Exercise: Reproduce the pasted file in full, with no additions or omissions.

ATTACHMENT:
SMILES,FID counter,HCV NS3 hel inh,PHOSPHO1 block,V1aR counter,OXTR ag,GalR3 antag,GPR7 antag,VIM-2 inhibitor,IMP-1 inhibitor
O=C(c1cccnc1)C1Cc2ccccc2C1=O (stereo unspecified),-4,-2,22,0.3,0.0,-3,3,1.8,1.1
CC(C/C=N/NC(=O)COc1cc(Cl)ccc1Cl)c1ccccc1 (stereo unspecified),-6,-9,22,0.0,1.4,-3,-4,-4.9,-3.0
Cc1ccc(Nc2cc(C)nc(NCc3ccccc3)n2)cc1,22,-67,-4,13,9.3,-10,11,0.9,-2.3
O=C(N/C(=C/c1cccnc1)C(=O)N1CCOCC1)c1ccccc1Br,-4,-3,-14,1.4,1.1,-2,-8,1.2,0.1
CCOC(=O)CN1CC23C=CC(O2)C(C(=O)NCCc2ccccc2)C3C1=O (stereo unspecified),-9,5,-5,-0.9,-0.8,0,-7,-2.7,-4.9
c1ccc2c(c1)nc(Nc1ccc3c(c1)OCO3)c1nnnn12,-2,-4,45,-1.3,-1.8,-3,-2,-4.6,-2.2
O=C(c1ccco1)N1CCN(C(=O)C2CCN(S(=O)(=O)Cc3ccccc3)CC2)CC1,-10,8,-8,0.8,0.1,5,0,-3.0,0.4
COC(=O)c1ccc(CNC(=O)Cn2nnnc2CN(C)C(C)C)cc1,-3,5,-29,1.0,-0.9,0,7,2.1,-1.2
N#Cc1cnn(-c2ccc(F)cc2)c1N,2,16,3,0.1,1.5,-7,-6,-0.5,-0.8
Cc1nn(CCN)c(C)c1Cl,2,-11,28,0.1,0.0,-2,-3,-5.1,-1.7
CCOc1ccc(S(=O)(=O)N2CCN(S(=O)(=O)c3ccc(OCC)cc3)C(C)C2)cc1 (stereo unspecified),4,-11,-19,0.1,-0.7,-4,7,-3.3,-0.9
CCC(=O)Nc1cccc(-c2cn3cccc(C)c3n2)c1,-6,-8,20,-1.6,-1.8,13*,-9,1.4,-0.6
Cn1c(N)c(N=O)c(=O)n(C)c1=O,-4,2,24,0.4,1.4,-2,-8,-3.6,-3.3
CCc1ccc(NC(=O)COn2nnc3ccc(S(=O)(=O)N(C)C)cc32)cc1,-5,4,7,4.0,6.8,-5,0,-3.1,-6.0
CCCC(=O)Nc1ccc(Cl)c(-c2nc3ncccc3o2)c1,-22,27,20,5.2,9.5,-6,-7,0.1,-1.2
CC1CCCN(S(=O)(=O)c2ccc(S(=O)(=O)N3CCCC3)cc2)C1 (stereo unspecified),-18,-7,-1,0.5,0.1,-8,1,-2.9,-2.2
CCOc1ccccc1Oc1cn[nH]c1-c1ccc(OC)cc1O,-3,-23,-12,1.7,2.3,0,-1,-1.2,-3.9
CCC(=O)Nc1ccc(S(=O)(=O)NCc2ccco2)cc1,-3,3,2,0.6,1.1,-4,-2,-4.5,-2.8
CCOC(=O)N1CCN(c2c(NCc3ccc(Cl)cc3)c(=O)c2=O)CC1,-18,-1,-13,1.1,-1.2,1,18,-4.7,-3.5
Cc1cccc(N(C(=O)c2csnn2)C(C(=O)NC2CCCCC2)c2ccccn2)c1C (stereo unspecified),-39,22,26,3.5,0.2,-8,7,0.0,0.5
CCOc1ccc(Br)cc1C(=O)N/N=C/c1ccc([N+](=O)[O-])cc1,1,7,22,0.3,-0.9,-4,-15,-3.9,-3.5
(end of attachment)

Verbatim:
SMILES,FID counter,HCV NS3 hel inh,PHOSPHO1 block,V1aR counter,OXTR ag,GalR3 antag,GPR7 antag,VIM-2 inhibitor,IMP-1 inhibitor
O=C(c1cccnc1)C1Cc2ccccc2C1=O (stereo unspecified),-4,-2,22,0.3,0.0,-3,3,1.8,1.1
CC(C/C=N/NC(=O)COc1cc(Cl)ccc1Cl)c1ccccc1 (stereo unspecified),-6,-9,22,0.0,1.4,-3,-4,-4.9,-3.0
Cc1ccc(Nc2cc(C)nc(NCc3ccccc3)n2)cc1,22,-67,-4,13,9.3,-10,11,0.9,-2.3
O=C(N/C(=C/c1cccnc1)C(=O)N1CCOCC1)c1ccccc1Br,-4,-3,-14,1.4,1.1,-2,-8,1.2,0.1
CCOC(=O)CN1CC23C=CC(O2)C(C(=O)NCCc2ccccc2)C3C1=O (stereo unspecified),-9,5,-5,-0.9,-0.8,0,-7,-2.7,-4.9
c1ccc2c(c1)nc(Nc1ccc3c(c1)OCO3)c1nnnn12,-2,-4,45,-1.3,-1.8,-3,-2,-4.6,-2.2
O=C(c1ccco1)N1CCN(C(=O)C2CCN(S(=O)(=O)Cc3ccccc3)CC2)CC1,-10,8,-8,0.8,0.1,5,0,-3.0,0.4
COC(=O)c1ccc(CNC(=O)Cn2nnnc2CN(C)C(C)C)cc1,-3,5,-29,1.0,-0.9,0,7,2.1,-1.2
N#Cc1cnn(-c2ccc(F)cc2)c1N,2,16,3,0.1,1.5,-7,-6,-0.5,-0.8
Cc1nn(CCN)c(C)c1Cl,2,-11,28,0.1,0.0,-2,-3,-5.1,-1.7
CCOc1ccc(S(=O)(=O)N2CCN(S(=O)(=O)c3ccc(OCC)cc3)C(C)C2)cc1 (stereo unspecified),4,-11,-19,0.1,-0.7,-4,7,-3.3,-0.9
CCC(=O)Nc1cccc(-c2cn3cccc(C)c3n2)c1,-6,-8,20,-1.6,-1.8,13*,-9,1.4,-0.6
Cn1c(N)c(N=O)c(=O)n(C)c1=O,-4,2,24,0.4,1.4,-2,-8,-3.6,-3.3
CCc1ccc(NC(=O)COn2nnc3ccc(S(=O)(=O)N(C)C)cc32)cc1,-5,4,7,4.0,6.8,-5,0,-3.1,-6.0
CCCC(=O)Nc1ccc(Cl)c(-c2nc3ncccc3o2)c1,-22,27,20,5.2,9.5,-6,-7,0.1,-1.2
CC1CCCN(S(=O)(=O)c2ccc(S(=O)(=O)N3CCCC3)cc2)C1 (stereo unspecified),-18,-7,-1,0.5,0.1,-8,1,-2.9,-2.2
CCOc1ccccc1Oc1cn[nH]c1-c1ccc(OC)cc1O,-3,-23,-12,1.7,2.3,0,-1,-1.2,-3.9
CCC(=O)Nc1ccc(S(=O)(=O)NCc2ccco2)cc1,-3,3,2,0.6,1.1,-4,-2,-4.5,-2.8
CCOC(=O)N1CCN(c2c(NCc3ccc(Cl)cc3)c(=O)c2=O)CC1,-18,-1,-13,1.1,-1.2,1,18,-4.7,-3.5
Cc1cccc(N(C(=O)c2csnn2)C(C(=O)NC2CCCCC2)c2ccccn2)c1C (stereo unspecified),-39,22,26,3.5,0.2,-8,7,0.0,0.5
CCOc1ccc(Br)cc1C(=O)N/N=C/c1ccc([N+](=O)[O-])cc1,1,7,22,0.3,-0.9,-4,-15,-3.9,-3.5